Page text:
I found this vitriolic rant by James Howard Kunstler about American urban planning, the automobile slum, and pathological environments extraordinarily captivating. I strongly encourage you to watch the entire thing – it’s 20 minutes long, and gripping – but if you’re short on time, here are some choice excerpts that really don’t do justice to the man’s intense and savage humor:
The public realm has to inform us not only where we are geographically, but it has to inform us where we are in our culture – where we’ve come from, what kind of people we are. And by doing that it needs to afford us a glimpse of where we’re going in order to allow us to dwell in a hopeful present. And if there is one great catastrophe about the places that we’ve built, the human environments we’ve made for ourselves in the last 50 years, it’s that they’ve deprived us of the ability to live in a hopeful present.
One of the problems with the fiasco of suburbia is that it destroyed our understanding of the distinction between the country and the town, between the urban and the rural. They’re not the same thing, and we’re not going to cure the problems of the urban by dragging the country into the city, which is what a lot of us are trying to do all the time. […] A lot of this comes from the fact that the industrial city in America was a such a trauma that we developed this tremendous aversion to the whole idea of the city, city life, and everything connected with it. And so what you see fairly early in the mid-19th centuy is this idea that we now have to have an antidote for the industrial city, which is life in the country for everybody. […] But what happens is of course, it mutates over the next 80 years, and it turns into something rather insidious. It becomes a cartoon of a country house in a cartoon of the country. And that is the great non-articulated agony of suburbia, and one of the reasons it lends itself to ridicule. Because it hasn’t delivered what it’s been promising for half a century now.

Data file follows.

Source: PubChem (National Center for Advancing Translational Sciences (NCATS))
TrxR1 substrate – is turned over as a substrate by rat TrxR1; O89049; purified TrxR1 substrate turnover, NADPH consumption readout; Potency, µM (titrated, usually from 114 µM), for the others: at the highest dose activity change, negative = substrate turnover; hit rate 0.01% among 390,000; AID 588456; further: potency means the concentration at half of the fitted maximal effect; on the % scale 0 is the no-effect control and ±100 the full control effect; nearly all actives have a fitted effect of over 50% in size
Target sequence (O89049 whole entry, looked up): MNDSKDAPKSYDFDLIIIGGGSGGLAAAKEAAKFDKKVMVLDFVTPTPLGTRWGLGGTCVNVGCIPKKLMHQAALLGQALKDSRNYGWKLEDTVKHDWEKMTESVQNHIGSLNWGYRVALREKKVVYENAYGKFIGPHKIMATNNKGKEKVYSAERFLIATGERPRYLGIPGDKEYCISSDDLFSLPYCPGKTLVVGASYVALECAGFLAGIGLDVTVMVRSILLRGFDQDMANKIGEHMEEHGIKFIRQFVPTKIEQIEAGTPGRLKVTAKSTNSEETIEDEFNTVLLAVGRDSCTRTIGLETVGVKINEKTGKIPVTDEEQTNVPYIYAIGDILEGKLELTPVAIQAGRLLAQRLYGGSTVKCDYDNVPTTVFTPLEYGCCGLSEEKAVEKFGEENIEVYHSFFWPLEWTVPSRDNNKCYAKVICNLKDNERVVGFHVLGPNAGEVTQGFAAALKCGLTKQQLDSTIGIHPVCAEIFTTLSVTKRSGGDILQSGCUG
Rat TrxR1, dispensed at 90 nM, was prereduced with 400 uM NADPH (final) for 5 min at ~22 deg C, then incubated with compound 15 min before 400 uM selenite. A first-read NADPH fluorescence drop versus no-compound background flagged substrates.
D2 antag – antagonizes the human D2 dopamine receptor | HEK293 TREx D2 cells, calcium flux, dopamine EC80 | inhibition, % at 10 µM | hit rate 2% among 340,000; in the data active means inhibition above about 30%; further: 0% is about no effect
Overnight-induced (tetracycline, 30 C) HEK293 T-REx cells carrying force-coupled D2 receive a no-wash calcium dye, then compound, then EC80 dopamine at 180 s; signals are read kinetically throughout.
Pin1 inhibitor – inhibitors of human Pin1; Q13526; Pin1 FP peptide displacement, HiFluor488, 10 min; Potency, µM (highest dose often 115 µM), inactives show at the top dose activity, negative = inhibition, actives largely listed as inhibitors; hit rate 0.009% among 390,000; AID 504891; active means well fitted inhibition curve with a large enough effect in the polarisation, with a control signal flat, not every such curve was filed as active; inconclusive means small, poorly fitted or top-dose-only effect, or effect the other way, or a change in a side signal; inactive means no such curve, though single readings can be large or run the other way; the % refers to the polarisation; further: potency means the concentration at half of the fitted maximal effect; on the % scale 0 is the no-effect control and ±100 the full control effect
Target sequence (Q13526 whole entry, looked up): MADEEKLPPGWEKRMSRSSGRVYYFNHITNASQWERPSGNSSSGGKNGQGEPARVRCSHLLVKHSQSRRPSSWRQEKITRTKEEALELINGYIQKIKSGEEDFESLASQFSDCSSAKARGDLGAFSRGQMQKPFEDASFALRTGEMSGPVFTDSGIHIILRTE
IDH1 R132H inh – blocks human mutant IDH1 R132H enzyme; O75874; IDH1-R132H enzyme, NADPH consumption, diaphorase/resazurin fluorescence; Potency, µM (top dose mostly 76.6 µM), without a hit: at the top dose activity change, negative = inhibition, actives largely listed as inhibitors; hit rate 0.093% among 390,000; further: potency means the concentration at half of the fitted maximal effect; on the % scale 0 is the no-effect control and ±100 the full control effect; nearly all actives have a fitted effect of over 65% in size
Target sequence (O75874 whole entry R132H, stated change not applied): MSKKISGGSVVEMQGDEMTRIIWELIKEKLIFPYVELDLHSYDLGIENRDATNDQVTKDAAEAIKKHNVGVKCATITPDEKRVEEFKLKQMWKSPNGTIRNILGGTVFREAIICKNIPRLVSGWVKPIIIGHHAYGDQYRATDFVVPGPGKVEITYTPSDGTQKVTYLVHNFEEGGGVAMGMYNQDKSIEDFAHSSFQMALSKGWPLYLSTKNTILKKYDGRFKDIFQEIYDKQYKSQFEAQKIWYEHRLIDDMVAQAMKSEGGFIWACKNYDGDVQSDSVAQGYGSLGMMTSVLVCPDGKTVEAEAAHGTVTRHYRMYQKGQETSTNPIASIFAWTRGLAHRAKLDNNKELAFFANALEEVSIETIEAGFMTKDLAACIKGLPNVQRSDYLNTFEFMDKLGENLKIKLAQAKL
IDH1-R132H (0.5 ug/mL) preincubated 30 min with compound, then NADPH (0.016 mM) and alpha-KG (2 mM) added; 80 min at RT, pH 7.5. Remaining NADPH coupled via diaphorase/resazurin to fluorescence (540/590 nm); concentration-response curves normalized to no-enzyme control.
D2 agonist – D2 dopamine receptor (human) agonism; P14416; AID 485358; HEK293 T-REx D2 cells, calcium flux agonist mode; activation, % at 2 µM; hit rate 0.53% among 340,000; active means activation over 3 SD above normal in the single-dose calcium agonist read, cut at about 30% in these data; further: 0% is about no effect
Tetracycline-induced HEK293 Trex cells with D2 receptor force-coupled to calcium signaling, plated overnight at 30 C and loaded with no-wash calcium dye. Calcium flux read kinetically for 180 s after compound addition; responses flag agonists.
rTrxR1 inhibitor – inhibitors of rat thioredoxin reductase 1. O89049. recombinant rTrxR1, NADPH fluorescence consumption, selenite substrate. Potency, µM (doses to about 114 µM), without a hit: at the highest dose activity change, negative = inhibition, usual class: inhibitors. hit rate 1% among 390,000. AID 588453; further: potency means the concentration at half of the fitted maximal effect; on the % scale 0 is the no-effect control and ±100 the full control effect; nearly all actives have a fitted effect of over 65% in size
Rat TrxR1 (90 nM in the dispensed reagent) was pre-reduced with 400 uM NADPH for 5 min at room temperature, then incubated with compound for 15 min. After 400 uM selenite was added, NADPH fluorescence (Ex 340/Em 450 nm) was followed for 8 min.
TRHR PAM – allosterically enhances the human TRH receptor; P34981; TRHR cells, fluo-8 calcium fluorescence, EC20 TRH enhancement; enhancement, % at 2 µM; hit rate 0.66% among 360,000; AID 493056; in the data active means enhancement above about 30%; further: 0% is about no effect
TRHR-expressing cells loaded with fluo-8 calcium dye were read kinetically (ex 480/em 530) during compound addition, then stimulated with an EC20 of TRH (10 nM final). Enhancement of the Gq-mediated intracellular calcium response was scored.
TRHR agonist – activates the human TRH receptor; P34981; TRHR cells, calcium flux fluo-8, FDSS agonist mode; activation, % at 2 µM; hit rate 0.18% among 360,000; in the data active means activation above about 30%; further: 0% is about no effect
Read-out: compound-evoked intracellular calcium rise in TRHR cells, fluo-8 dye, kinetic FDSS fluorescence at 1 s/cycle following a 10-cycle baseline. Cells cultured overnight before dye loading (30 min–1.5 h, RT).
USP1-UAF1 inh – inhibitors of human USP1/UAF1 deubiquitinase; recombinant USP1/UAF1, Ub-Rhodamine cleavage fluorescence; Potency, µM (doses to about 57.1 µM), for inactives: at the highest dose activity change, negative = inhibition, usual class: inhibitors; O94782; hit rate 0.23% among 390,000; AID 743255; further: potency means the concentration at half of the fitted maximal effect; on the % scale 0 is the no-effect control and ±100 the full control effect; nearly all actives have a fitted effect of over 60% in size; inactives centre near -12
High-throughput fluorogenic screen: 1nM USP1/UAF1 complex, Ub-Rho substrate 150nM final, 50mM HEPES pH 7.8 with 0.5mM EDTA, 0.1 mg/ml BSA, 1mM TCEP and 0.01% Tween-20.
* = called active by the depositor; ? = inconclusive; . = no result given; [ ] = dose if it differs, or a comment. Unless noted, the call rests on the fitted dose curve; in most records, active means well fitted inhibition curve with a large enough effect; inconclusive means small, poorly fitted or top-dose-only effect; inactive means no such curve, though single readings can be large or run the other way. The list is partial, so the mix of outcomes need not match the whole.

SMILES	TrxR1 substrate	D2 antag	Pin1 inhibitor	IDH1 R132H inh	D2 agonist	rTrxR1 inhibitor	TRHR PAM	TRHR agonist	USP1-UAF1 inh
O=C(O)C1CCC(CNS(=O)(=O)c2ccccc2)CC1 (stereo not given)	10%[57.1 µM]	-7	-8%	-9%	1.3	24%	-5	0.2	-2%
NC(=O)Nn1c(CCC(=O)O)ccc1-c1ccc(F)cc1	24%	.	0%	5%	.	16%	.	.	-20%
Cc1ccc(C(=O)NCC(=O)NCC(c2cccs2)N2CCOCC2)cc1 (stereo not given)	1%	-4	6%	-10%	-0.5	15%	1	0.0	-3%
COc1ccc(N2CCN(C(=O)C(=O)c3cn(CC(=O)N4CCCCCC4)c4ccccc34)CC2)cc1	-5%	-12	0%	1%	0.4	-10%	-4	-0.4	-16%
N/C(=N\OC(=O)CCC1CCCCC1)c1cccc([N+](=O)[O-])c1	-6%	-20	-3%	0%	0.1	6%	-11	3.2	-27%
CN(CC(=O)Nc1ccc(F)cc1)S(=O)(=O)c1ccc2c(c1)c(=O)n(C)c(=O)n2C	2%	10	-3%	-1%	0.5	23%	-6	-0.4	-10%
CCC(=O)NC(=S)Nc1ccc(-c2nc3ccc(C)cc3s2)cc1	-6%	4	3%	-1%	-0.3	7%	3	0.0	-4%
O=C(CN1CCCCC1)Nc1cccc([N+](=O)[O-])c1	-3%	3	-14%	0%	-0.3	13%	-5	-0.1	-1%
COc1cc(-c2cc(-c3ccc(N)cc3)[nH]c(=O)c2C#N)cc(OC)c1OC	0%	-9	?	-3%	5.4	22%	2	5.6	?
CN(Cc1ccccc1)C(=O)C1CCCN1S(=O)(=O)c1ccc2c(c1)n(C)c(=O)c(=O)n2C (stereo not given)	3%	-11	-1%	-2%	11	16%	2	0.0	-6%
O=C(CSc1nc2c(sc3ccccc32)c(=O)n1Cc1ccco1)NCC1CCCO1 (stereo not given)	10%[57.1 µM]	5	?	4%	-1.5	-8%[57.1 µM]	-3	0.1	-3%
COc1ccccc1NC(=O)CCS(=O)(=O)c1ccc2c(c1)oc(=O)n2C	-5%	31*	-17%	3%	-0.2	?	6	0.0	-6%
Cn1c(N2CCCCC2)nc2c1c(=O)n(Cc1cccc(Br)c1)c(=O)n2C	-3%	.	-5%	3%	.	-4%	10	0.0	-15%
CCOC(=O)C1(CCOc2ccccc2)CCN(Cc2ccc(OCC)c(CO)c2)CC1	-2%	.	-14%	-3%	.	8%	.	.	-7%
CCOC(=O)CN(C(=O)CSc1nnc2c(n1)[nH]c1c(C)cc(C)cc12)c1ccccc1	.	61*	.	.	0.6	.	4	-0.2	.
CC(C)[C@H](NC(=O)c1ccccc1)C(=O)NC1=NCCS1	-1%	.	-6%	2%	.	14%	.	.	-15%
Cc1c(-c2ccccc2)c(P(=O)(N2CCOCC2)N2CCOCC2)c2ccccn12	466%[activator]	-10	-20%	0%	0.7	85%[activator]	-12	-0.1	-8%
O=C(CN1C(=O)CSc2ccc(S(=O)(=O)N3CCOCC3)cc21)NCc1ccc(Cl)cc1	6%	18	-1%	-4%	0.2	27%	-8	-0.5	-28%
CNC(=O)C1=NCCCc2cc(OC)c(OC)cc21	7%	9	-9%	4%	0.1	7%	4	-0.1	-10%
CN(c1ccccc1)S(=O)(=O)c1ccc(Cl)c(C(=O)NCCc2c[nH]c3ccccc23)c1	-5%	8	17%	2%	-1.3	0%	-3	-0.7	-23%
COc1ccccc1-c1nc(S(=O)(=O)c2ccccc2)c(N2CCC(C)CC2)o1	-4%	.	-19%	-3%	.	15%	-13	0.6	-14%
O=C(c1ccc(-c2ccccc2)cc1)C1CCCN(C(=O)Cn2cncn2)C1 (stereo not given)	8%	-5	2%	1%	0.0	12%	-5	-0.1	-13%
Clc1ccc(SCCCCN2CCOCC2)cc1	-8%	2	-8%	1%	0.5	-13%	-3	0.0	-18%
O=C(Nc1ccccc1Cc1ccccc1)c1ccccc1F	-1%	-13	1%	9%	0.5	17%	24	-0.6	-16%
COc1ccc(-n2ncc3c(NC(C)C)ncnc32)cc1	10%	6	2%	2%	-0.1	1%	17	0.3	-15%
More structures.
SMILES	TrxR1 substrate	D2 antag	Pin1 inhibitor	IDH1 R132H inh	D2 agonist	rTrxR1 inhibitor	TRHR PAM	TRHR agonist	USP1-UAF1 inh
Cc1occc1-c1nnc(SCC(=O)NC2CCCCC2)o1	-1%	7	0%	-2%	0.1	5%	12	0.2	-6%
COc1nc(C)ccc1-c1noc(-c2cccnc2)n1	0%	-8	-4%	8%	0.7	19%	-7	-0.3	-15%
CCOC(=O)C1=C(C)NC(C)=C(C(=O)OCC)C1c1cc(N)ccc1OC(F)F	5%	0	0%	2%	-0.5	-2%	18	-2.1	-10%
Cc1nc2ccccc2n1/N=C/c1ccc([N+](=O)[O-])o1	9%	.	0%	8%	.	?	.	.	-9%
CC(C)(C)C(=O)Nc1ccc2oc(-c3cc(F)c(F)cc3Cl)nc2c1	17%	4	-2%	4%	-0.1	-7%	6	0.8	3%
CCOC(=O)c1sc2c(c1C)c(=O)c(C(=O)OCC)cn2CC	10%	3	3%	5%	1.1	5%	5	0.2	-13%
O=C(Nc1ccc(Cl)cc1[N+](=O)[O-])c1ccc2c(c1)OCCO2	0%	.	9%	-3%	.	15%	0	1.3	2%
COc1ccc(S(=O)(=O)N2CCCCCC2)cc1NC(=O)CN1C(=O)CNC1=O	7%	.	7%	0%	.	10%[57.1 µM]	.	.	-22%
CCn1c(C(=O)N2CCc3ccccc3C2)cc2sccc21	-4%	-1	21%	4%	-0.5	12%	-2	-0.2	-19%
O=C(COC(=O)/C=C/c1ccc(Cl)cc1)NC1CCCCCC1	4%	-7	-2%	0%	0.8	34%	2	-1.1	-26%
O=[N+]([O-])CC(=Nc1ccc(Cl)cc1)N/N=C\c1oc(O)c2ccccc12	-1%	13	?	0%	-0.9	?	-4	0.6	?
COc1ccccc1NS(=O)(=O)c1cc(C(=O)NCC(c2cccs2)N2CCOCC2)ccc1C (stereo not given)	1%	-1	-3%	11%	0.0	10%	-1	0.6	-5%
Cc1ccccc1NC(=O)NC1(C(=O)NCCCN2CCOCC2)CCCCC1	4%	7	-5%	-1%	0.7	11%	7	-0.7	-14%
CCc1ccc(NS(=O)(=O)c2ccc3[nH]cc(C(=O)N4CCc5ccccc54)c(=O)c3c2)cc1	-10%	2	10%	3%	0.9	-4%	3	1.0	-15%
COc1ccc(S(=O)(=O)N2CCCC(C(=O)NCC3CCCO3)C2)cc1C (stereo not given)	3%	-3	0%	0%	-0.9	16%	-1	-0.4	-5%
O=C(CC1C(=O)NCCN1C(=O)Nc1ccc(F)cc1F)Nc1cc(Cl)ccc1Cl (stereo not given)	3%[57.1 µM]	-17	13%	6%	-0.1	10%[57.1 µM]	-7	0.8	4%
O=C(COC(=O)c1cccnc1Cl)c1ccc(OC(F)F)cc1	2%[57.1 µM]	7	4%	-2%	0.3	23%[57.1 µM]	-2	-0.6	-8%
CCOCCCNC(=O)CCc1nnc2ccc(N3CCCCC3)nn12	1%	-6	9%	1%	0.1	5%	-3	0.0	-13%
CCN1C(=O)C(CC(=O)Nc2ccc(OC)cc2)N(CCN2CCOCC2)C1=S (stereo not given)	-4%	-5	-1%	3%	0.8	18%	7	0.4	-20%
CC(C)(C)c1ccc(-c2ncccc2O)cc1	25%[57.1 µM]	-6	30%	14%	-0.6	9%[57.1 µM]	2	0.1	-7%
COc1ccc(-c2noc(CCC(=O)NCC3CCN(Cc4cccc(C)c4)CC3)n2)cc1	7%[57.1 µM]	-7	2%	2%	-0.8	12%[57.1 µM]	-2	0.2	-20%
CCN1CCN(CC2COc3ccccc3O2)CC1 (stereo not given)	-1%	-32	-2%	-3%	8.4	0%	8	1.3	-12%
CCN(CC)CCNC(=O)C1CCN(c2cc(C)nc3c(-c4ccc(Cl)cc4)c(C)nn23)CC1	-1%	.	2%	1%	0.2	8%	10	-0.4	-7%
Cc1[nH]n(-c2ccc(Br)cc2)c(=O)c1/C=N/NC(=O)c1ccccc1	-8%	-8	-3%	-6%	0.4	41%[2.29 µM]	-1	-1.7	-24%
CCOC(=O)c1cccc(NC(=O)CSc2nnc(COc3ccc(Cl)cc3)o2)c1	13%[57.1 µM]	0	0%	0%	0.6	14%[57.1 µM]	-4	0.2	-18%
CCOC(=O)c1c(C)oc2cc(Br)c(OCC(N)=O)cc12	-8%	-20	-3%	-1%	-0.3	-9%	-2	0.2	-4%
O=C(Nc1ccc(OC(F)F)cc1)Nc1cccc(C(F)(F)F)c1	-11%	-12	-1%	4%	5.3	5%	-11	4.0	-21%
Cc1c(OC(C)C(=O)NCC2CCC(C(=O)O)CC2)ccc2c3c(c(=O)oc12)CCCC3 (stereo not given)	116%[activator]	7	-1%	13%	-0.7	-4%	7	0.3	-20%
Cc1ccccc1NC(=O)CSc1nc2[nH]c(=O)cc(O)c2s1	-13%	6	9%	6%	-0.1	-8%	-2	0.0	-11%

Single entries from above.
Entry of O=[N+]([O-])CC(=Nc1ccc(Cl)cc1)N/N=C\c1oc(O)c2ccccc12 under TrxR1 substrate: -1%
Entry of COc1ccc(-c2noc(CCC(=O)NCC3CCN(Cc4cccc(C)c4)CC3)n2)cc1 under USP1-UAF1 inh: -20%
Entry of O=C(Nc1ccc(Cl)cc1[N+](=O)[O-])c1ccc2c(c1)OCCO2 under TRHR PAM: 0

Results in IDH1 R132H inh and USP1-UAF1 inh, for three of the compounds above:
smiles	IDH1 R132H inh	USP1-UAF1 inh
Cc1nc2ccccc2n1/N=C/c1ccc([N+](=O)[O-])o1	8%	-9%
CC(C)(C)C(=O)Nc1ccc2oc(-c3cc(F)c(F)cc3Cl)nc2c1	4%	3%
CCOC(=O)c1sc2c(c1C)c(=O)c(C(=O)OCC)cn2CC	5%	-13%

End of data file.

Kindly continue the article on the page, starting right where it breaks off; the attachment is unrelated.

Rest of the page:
We are entering an epochal period of change in the world, and especially in America, a period that will be characterized as the end of the cheap oil era. […] We’re gonna have to downscale, rescale, and resize virtually everything we do in this country, and we can’t start soon enough to do it. We’re gonna have to live closer to where we work, we’re gonna have to live closer to each other, we’re gonna have to grow more food closer to where we live. The age of the 3000-mile Caesar salad is coming to an end. We have a railroad system that the Bulgarians would be ashamed of. We gotta do better than that, and we should’ve started two days before yesterday.
Seriously, give it a watch. You won’t be disappointed.